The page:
Senate still wavering over bill to fund Zika prevention

This 2006 photo provided by the Centers for Disease Control and Prevention shows a female Aedes aegypti mosquito in the process of acquiring a blood meal from a human host.

WASHINGTON (MEDIA GENERAL) – Several weeks after the White House began asking for emergency funding from Congress to stop the spread of the Zika virus, a funding bill has failed to appear before the full Senate.

Zika, a virus which has been known to cause a range of symptoms from fever to birth defects in pregnant women, remains a top health concern for U.S. officials.

“Everything we look at with this virus, seems to be a bit scarier than we originally thought,” said Dr. Anne Schuchat, the principal deputy director of the Centers for Disease Control and Prevention during a news conference in mid-April. The Obama administration is asking Congress for $1.9 billion in emergency funding to prevent the spread of the disease.

Congress still debates

The battle over how to fund the Zika crisis remains tied up in the U.S. Senate where Repubilcan leaders insist they want more transparency on how the $1.9 billion would be spent.

“It’s an important issue. We’re in a discussion with them about how much do they really need?” said Sen. Majority Leader Mitch McConnell (R-KY) during a weekly news conference last week. The chorus of Democrats calling for an immediate vote has grown louder in recent weeks. During a press conference on Monday in Buffalo, New York, the state’s senior Senator Chuck Schumer (D-NY) urged Congress to act sooner rather than later.

One House Democratic member said the idea that Republicans still need more information about the financial impact was essentially ridiculous compared to previous emergency measures.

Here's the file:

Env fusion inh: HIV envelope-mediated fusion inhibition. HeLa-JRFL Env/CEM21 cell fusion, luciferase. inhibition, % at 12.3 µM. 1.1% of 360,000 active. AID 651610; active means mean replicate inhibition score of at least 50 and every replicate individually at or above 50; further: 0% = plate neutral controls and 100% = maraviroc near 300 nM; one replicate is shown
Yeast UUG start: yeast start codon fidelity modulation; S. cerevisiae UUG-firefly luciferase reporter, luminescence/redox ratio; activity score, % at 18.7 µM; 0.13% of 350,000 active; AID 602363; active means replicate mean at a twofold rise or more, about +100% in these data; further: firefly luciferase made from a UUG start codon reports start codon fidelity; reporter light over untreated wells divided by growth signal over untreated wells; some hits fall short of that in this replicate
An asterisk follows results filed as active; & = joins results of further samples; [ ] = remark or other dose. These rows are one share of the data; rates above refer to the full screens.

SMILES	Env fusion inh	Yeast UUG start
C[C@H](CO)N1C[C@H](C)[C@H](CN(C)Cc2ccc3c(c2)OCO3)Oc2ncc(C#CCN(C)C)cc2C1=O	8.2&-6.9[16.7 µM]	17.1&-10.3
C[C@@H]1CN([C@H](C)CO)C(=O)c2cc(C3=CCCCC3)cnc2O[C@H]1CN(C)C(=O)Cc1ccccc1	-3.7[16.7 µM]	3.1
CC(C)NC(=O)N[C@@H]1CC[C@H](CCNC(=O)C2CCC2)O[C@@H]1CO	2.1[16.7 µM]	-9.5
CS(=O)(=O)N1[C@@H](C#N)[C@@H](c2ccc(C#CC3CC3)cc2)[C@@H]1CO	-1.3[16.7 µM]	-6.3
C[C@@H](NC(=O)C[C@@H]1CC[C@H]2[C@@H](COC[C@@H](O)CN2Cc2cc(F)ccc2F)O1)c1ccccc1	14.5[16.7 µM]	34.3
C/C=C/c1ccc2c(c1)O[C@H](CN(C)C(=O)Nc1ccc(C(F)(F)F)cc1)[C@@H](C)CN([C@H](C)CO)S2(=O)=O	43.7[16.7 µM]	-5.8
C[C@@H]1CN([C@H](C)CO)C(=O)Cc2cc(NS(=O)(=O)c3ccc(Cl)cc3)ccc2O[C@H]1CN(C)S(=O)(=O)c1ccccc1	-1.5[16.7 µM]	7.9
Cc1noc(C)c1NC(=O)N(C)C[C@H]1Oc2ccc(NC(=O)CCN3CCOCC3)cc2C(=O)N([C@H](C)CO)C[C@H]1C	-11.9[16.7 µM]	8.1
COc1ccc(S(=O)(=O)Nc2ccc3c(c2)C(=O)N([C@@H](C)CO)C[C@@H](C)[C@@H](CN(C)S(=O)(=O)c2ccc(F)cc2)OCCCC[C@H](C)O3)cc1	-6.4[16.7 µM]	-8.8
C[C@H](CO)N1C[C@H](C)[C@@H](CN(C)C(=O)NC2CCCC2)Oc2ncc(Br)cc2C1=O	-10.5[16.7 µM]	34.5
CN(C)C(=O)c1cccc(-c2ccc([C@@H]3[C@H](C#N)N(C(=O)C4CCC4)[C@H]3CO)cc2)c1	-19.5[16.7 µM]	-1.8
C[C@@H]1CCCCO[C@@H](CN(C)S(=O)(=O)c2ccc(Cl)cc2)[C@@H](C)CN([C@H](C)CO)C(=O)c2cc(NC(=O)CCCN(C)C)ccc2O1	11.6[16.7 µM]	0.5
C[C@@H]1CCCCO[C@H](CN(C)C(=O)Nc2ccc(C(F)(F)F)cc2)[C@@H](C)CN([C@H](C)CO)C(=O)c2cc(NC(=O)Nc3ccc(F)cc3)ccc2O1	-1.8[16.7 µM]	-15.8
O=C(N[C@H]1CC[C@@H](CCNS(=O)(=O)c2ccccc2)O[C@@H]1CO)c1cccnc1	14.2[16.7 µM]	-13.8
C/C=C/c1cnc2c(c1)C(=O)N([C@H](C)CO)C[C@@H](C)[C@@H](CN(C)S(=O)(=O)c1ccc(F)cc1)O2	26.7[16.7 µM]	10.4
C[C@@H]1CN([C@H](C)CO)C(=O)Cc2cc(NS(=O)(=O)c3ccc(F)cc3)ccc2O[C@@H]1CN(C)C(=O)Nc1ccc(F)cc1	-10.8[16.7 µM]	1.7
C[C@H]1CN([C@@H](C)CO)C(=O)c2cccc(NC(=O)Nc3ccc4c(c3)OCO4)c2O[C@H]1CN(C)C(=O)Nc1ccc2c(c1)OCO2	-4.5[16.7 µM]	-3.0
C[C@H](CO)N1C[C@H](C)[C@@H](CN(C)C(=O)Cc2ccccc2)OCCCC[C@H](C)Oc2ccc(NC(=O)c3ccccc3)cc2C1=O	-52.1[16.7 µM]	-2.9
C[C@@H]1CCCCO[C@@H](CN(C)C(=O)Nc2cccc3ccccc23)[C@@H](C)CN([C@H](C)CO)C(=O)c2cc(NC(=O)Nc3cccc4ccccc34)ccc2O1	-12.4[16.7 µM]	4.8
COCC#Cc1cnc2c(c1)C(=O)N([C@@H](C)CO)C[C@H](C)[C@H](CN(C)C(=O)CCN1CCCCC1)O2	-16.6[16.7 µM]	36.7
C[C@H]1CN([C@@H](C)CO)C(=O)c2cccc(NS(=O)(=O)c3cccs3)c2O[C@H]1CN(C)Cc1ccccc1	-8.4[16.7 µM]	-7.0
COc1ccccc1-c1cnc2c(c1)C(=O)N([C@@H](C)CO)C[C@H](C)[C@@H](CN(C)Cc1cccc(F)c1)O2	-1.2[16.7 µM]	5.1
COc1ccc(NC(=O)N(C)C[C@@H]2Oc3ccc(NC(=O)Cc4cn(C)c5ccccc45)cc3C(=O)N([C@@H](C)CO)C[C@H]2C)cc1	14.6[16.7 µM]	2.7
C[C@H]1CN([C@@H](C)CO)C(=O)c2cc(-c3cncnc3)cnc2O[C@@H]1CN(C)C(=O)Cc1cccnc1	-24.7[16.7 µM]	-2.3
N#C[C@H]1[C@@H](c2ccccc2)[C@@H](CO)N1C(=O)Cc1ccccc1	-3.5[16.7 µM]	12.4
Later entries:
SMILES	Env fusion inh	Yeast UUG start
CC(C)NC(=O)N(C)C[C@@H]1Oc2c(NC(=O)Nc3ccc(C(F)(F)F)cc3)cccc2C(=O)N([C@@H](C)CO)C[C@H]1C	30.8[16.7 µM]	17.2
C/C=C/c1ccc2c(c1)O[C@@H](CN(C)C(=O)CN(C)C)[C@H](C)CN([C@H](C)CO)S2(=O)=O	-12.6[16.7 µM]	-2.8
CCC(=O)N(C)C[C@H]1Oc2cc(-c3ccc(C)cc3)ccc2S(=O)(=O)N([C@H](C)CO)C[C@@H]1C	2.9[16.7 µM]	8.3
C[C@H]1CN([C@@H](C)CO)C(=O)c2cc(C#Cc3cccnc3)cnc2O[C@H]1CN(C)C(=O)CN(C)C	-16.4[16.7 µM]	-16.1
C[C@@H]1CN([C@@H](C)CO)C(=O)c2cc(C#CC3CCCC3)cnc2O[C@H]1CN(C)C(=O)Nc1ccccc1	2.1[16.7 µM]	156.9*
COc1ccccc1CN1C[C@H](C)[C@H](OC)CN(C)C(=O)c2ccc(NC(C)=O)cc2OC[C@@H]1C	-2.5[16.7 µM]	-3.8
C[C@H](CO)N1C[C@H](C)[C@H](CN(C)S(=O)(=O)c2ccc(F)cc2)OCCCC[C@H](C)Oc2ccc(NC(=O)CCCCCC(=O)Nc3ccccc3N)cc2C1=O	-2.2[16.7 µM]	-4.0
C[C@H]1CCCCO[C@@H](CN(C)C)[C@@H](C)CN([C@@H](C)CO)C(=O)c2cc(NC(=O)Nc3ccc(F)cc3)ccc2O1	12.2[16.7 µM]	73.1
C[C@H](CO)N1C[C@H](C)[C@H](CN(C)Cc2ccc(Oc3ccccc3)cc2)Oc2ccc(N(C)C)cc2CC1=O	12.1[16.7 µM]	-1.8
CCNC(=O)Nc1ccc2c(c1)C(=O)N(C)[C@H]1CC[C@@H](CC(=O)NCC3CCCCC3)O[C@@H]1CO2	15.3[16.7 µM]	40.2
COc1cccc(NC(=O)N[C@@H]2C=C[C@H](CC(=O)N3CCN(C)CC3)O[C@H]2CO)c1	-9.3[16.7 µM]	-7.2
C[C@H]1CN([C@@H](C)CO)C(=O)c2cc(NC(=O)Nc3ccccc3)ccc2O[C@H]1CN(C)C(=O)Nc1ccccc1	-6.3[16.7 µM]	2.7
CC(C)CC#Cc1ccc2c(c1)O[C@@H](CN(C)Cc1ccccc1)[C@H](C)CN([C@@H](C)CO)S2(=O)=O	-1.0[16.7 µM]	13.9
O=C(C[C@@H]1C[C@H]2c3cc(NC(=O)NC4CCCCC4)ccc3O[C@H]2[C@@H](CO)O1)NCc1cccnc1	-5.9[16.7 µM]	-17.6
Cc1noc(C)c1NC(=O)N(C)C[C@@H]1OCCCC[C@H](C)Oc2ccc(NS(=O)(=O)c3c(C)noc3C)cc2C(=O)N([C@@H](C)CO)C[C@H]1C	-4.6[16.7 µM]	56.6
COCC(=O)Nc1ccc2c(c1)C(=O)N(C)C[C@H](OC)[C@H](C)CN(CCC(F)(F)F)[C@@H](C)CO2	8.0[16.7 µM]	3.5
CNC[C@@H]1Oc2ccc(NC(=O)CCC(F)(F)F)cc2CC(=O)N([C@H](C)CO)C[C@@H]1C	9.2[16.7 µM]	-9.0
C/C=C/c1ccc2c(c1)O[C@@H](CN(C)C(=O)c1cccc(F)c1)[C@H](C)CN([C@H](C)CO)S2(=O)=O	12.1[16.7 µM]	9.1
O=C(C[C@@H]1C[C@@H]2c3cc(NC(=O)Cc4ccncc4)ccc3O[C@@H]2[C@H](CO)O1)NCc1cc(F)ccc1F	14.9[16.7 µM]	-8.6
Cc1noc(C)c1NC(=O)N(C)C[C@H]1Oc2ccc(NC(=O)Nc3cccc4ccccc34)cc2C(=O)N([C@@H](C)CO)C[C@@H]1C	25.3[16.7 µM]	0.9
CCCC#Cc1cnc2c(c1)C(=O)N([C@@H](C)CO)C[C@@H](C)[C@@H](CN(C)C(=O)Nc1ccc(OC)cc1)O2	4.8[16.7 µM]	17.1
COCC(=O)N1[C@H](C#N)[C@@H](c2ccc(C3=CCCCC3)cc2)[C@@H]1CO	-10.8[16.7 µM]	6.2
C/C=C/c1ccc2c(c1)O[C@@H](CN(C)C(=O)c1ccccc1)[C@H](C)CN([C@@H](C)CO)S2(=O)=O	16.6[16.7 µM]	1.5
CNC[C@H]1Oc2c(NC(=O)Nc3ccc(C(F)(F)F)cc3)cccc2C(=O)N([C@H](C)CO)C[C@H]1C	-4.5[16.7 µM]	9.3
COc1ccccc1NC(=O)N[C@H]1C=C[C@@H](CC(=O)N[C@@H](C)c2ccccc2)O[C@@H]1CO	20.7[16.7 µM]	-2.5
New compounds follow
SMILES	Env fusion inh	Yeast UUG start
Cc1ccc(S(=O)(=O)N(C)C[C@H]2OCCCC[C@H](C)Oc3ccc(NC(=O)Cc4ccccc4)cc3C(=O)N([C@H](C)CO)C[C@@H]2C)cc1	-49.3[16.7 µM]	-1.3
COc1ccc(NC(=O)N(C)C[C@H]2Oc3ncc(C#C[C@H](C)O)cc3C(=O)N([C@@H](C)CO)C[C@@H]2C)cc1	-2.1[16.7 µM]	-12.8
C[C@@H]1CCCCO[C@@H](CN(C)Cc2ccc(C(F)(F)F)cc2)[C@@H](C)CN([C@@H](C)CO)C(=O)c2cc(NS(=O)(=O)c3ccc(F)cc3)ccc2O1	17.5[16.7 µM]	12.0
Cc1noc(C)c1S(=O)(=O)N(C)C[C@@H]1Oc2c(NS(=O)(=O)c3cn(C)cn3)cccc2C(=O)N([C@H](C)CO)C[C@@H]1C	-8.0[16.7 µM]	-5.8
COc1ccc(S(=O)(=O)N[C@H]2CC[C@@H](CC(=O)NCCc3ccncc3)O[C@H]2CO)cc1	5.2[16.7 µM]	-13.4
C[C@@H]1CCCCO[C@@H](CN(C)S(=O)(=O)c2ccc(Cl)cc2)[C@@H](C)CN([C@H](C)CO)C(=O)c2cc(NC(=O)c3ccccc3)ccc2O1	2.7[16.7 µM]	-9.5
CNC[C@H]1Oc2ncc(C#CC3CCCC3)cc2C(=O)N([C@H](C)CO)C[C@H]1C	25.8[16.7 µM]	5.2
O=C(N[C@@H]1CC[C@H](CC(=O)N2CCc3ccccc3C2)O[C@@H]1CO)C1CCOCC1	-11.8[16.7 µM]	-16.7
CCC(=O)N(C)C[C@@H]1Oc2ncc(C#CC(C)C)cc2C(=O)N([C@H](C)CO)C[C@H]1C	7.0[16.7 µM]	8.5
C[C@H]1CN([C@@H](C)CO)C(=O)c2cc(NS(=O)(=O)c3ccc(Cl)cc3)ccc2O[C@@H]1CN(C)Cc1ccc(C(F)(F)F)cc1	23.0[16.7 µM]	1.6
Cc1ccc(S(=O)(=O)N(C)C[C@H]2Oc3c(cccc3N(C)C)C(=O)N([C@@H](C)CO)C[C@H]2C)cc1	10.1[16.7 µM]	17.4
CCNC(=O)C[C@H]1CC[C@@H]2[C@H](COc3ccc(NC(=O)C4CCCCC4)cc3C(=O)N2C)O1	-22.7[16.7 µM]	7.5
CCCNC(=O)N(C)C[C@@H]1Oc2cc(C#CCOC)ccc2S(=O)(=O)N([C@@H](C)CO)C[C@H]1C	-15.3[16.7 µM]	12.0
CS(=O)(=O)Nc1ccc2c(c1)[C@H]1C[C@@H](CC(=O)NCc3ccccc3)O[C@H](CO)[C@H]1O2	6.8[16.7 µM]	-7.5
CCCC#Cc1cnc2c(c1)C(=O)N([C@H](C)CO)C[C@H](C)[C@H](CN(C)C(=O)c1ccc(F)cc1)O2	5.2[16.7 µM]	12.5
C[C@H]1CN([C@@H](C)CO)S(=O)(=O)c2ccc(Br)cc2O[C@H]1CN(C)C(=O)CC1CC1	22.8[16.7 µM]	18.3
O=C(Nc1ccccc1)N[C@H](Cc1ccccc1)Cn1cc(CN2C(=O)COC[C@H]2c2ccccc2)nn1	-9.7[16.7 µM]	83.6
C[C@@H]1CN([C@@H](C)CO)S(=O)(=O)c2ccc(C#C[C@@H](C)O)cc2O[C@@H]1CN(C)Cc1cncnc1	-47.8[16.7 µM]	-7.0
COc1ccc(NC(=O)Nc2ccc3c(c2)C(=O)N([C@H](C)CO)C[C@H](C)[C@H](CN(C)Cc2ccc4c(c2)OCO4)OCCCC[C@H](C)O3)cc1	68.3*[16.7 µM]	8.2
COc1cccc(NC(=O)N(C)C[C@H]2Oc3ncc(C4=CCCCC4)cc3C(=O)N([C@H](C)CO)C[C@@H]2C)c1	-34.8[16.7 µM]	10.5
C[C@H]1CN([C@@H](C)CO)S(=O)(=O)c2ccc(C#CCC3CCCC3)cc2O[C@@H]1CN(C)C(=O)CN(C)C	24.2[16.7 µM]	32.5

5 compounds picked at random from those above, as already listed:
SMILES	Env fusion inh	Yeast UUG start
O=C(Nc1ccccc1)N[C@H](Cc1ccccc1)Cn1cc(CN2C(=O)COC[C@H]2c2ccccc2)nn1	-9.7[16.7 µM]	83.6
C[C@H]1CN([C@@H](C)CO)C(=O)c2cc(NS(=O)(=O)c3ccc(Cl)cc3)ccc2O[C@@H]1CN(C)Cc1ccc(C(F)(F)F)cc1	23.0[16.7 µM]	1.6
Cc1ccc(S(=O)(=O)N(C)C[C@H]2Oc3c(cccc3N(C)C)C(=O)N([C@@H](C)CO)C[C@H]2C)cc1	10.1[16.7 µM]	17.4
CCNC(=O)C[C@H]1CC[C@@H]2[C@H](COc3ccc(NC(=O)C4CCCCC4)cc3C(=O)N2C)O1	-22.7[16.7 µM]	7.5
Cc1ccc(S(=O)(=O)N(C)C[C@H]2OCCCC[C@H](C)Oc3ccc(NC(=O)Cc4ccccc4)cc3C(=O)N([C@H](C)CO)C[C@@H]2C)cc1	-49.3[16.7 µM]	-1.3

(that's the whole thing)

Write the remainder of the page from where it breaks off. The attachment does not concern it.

“We have more information about this than we had about going to war in Iraq,” said Rep. Rosa DeLauro (D-CT) during a Democratic member news conference.

Zika concerns abroad vs home

The majority of Zika cases appear to remain outside the United States, but health officials remain concerned that Americans traveling out of the country could contract the disease and bring it back stateside without realizing they’re infected. The Centers for Disease Control and Prevention continues to urge travelers to be mindful of their risks overseas. Below is a look at where the virus stands in the United States.

US States

  • Travel-associated Zika virus disease cases reported: 388
  • Locally acquired vector-borne cases reported: 0
  • Total: 388
    • Pregnant: 33
    • Sexually transmitted: 8
    • Guillain-Barré syndrome: 1


For the very latest on the funding fight over Zika, follow @markpmeredith on Twitter

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